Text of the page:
Some advertisers and agencies were getting calls, emails and online comments about this. People were quite literally saying, “Your advertising makes me feel excluded, and that’s not acceptable.” 

For many brands, that was enough. For others, it was the economic pressure that pushed them. In either case, buyers of digital ad inventory are now actively trying to figure out how they can execute campaigns that reach broader, more diverse, more representative audiences. And these requests tend to come in three main flavors:

1. Reaching the Census Spread

Some brands are now interested in reaching a digital audience that is as diverse as the U.S. Census says the U.S. is. Based on the latest data from the U.S. Census Bureau, that might mean an advertiser wants their campaign to reach white people 76.3% of the time, Latinx people 18.5% of the time, Black people 13.4% of the time, Asian people 5.9% of the time, American Indian or Alaska Native people 1.3% of the time and so on.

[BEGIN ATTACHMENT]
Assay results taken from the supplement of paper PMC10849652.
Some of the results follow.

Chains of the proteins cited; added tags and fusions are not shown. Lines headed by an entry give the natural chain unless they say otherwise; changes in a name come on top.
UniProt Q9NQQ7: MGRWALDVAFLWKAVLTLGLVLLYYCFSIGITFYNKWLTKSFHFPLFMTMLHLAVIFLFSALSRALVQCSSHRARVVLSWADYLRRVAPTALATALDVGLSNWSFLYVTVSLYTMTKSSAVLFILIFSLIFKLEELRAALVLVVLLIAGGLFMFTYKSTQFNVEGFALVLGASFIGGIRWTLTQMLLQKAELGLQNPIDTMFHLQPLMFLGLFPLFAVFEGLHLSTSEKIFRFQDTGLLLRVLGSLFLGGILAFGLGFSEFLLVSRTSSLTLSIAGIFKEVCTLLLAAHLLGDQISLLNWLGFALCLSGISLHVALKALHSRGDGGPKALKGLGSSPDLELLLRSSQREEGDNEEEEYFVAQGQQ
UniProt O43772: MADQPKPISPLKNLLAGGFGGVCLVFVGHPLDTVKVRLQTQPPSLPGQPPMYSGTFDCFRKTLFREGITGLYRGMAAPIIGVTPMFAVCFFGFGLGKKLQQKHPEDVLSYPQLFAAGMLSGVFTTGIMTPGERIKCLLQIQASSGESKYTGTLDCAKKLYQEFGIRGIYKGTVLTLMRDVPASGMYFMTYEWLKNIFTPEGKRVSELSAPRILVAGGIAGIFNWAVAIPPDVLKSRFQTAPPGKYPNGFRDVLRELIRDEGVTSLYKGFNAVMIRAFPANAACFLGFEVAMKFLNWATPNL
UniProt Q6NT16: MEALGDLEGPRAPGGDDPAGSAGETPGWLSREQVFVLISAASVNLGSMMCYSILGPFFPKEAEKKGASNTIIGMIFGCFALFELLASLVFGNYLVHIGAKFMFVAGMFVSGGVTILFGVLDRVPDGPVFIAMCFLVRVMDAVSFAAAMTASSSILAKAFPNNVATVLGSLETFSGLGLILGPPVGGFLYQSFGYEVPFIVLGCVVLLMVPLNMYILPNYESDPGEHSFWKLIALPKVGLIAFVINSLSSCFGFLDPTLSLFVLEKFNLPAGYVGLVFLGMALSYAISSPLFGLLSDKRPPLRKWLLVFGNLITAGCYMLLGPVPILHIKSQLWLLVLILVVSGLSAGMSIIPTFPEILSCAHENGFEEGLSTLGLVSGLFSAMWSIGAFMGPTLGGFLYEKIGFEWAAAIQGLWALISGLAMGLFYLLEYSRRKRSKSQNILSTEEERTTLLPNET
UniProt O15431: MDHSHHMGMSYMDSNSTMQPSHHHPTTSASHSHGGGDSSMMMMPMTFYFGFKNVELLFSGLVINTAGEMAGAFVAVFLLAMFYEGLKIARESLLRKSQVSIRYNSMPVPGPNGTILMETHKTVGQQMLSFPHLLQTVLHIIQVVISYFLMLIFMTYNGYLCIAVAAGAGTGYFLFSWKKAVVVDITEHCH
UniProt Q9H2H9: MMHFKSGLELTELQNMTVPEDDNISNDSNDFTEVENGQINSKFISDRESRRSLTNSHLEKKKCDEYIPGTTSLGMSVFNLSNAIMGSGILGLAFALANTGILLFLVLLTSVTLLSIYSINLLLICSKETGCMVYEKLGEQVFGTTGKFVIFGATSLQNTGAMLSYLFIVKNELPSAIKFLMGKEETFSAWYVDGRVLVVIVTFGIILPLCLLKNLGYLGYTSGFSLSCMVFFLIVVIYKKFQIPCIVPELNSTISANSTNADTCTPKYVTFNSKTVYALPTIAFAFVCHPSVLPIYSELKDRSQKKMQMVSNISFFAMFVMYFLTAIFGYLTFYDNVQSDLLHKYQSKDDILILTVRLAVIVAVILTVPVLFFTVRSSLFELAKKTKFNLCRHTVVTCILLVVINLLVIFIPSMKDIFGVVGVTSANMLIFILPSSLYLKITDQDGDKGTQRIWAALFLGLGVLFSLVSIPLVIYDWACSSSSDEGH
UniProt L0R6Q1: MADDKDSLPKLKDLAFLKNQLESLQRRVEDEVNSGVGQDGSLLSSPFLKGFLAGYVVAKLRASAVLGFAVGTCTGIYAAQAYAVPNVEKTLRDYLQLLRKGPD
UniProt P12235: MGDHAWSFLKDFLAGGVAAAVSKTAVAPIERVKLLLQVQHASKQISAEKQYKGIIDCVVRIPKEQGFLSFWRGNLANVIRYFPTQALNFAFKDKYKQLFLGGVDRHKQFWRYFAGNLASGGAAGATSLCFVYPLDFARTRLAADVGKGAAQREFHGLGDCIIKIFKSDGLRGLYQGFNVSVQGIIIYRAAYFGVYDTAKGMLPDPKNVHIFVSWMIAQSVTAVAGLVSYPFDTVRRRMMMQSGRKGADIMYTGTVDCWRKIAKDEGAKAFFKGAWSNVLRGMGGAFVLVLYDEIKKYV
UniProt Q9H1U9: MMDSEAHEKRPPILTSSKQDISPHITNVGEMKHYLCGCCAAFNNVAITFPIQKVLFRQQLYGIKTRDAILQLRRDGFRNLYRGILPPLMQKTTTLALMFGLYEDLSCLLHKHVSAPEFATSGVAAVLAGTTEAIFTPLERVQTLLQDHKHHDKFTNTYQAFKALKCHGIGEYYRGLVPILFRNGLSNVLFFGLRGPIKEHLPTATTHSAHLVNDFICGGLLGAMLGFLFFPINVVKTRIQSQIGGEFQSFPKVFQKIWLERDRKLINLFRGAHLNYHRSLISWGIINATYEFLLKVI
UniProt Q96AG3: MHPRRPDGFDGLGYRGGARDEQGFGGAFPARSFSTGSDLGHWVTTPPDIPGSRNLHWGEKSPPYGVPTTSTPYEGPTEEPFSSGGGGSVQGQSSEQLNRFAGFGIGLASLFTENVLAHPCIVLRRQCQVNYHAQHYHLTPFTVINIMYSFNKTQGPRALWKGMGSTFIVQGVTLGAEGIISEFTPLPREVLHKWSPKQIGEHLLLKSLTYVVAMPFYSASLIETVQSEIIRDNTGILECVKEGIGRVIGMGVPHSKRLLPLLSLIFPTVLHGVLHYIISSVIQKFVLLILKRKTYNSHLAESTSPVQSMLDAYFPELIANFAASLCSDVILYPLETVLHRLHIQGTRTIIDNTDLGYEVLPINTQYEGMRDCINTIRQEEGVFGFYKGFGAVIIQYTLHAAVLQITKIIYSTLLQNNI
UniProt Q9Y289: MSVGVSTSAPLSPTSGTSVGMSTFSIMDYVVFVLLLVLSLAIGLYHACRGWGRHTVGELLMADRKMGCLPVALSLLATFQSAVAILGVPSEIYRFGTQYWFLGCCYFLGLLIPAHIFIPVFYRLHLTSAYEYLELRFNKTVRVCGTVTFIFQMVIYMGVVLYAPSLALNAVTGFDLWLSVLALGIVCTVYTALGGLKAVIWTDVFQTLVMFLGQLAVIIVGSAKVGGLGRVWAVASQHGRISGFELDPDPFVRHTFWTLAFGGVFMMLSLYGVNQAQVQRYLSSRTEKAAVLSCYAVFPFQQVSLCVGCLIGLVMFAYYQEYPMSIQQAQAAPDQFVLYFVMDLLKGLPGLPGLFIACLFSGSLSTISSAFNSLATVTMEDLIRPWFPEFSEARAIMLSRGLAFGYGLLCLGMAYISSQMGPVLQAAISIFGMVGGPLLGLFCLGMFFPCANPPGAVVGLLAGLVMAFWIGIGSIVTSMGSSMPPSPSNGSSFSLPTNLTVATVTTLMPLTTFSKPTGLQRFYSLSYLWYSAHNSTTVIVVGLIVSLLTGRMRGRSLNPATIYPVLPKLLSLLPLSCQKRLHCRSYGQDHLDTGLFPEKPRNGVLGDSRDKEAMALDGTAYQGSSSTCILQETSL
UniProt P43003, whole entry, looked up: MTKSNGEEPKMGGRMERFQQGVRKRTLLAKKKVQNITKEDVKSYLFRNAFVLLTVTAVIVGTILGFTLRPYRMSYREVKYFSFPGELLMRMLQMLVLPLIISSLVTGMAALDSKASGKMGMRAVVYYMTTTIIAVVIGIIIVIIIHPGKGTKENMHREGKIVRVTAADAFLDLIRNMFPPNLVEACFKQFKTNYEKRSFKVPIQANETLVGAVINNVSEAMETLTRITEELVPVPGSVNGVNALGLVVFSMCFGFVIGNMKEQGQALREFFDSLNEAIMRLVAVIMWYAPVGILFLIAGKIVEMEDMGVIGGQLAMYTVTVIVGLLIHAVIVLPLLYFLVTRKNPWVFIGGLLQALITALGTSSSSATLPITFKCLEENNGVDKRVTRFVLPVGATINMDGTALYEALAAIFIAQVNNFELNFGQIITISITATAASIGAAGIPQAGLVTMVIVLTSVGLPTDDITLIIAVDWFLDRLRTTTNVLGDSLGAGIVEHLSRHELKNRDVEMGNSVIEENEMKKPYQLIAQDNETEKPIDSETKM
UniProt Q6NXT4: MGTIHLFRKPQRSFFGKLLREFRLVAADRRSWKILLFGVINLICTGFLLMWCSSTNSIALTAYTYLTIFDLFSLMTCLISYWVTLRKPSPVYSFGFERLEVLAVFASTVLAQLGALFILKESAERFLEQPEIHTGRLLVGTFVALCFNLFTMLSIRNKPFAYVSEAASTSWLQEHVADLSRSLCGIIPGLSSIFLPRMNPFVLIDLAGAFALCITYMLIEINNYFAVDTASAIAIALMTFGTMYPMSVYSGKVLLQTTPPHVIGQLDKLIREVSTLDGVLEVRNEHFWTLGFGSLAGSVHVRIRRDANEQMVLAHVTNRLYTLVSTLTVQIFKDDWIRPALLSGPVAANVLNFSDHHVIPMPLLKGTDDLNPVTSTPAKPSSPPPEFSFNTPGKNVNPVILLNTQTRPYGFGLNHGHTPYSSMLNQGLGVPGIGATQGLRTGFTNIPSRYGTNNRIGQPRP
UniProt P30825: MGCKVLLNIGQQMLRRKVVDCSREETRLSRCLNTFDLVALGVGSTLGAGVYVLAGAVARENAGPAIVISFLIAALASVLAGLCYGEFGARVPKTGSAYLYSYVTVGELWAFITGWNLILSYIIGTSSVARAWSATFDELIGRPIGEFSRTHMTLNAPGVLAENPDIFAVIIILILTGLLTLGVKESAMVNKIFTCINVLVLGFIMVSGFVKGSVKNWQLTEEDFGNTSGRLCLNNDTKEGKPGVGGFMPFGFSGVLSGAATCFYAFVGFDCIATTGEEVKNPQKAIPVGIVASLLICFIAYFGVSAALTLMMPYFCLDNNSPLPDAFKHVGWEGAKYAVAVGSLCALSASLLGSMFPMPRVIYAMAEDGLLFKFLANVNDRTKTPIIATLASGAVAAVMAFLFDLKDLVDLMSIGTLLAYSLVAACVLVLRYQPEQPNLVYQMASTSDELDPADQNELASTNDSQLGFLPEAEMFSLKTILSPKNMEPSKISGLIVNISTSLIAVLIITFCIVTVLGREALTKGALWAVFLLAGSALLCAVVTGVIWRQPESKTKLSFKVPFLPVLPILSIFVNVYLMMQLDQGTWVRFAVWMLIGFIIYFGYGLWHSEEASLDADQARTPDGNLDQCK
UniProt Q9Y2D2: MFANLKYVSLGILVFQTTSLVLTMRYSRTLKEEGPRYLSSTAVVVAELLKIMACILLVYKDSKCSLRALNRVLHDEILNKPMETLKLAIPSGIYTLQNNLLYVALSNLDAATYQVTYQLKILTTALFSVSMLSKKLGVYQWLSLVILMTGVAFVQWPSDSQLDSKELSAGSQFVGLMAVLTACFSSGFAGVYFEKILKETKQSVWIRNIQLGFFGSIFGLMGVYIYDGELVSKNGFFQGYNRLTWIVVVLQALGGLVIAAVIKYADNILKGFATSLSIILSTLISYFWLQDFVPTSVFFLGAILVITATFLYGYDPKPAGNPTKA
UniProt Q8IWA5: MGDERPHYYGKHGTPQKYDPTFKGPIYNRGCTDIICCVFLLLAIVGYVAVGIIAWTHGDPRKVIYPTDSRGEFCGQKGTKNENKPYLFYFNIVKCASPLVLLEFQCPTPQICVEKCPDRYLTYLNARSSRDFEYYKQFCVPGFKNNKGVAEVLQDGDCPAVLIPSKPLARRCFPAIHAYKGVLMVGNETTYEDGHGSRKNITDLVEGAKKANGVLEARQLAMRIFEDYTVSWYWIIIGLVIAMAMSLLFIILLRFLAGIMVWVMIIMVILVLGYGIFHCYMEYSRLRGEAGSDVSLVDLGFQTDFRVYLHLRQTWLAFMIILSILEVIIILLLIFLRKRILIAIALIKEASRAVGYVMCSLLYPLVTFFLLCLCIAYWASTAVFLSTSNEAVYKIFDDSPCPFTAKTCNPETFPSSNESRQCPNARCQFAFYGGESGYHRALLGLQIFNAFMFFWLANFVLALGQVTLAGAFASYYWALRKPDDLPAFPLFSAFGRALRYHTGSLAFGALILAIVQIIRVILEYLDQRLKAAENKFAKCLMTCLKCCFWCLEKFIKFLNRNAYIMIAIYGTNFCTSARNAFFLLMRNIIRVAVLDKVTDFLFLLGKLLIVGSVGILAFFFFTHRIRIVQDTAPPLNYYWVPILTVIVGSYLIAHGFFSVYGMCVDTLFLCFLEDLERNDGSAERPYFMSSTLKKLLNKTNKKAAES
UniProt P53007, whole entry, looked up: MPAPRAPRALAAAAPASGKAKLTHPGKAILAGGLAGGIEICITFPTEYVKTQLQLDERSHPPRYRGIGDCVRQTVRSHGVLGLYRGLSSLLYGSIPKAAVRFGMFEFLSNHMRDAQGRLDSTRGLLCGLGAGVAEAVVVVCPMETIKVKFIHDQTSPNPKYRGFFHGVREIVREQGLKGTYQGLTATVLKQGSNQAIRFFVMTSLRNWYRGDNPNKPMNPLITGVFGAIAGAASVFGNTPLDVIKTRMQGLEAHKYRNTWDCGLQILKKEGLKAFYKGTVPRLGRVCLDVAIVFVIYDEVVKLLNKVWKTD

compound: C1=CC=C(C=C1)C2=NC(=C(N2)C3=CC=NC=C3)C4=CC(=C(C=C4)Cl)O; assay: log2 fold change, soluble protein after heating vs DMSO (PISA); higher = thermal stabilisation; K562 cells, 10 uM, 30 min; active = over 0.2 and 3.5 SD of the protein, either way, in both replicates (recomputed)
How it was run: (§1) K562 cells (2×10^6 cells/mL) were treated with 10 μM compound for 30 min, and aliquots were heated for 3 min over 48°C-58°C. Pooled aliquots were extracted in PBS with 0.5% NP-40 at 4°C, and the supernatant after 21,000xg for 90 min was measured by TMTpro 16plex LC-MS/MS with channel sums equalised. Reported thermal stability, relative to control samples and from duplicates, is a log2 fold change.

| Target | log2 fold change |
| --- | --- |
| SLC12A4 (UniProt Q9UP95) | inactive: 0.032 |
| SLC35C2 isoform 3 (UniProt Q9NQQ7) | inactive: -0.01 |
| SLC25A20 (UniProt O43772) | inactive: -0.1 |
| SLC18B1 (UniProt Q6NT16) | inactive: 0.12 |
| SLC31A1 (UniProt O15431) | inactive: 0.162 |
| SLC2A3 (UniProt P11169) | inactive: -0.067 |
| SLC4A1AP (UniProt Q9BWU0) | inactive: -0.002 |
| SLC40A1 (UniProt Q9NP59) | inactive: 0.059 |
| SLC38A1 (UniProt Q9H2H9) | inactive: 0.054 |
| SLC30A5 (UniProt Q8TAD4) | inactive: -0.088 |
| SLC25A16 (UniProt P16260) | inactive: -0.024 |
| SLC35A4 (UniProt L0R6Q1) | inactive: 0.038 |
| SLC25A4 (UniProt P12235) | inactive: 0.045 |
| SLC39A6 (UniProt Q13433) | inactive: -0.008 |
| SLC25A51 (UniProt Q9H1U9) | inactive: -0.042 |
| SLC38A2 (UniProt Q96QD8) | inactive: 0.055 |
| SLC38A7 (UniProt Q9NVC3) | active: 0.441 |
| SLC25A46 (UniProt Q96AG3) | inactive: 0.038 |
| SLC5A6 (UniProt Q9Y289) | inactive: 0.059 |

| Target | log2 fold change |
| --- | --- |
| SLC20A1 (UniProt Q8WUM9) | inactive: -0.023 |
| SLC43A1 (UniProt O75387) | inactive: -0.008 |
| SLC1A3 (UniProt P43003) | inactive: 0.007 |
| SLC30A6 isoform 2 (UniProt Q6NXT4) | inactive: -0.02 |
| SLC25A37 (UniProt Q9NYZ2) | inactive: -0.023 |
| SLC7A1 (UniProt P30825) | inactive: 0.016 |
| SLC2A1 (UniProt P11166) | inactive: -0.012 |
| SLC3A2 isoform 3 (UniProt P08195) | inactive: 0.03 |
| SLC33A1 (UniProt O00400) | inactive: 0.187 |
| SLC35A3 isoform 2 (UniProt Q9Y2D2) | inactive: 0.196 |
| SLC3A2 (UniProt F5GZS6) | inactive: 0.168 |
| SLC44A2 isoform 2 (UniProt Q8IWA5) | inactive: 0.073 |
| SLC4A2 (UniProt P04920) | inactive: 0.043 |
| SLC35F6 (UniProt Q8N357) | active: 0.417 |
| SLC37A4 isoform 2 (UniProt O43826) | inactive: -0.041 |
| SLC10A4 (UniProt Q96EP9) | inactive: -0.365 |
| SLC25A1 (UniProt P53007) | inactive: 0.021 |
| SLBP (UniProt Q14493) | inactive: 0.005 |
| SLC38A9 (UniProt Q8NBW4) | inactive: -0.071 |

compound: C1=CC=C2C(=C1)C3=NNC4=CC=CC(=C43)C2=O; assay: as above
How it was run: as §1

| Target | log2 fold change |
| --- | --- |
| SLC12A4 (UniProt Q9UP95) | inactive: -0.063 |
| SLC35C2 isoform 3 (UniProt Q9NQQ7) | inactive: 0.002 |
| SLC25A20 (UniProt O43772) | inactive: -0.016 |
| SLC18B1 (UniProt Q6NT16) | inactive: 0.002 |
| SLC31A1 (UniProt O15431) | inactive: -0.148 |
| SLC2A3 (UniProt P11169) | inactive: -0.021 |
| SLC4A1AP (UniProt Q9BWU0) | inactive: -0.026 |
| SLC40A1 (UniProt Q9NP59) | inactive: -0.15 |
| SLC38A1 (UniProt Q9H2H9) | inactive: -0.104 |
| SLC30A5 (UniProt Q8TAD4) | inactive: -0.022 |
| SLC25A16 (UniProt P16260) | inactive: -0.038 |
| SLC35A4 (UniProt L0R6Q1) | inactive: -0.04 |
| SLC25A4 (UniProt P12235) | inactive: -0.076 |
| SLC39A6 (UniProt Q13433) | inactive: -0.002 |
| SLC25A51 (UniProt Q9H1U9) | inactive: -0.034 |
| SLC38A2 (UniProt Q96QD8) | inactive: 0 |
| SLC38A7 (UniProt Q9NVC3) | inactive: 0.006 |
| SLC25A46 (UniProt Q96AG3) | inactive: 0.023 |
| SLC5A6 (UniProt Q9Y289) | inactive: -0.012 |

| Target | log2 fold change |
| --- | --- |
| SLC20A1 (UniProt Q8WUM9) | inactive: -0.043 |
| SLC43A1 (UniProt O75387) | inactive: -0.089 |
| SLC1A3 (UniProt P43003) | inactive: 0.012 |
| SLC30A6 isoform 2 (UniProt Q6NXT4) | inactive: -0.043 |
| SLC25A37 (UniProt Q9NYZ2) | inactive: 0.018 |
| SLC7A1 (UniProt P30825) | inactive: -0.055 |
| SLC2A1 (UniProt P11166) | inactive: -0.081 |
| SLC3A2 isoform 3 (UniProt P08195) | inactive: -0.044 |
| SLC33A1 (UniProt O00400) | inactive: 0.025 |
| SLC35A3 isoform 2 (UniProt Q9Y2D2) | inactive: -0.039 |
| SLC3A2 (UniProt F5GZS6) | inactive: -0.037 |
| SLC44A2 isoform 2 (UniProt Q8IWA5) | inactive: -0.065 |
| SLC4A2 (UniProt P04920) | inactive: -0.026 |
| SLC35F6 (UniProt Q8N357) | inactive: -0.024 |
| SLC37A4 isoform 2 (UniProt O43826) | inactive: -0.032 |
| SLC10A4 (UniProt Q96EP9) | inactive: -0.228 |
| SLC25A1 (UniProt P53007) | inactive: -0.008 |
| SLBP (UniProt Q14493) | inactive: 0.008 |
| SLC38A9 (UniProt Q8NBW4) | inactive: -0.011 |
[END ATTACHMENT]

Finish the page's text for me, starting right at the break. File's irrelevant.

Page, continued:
It’s rarely going to be that specific, but you get the idea. The hard numbers of the census data give advertisers a benchmark to aim for and something to point to.

2. Reaching Particular Demographics

In other cases, brands and agencies are going the more traditional route when trying to increase representation in their advertising efforts. They want campaigns that reach particular underrepresented audiences, and they are often willing to pay more to get a relative guarantee that their creative is going to reach the people they intended it to.

3. Working with Minority-Owned Businesses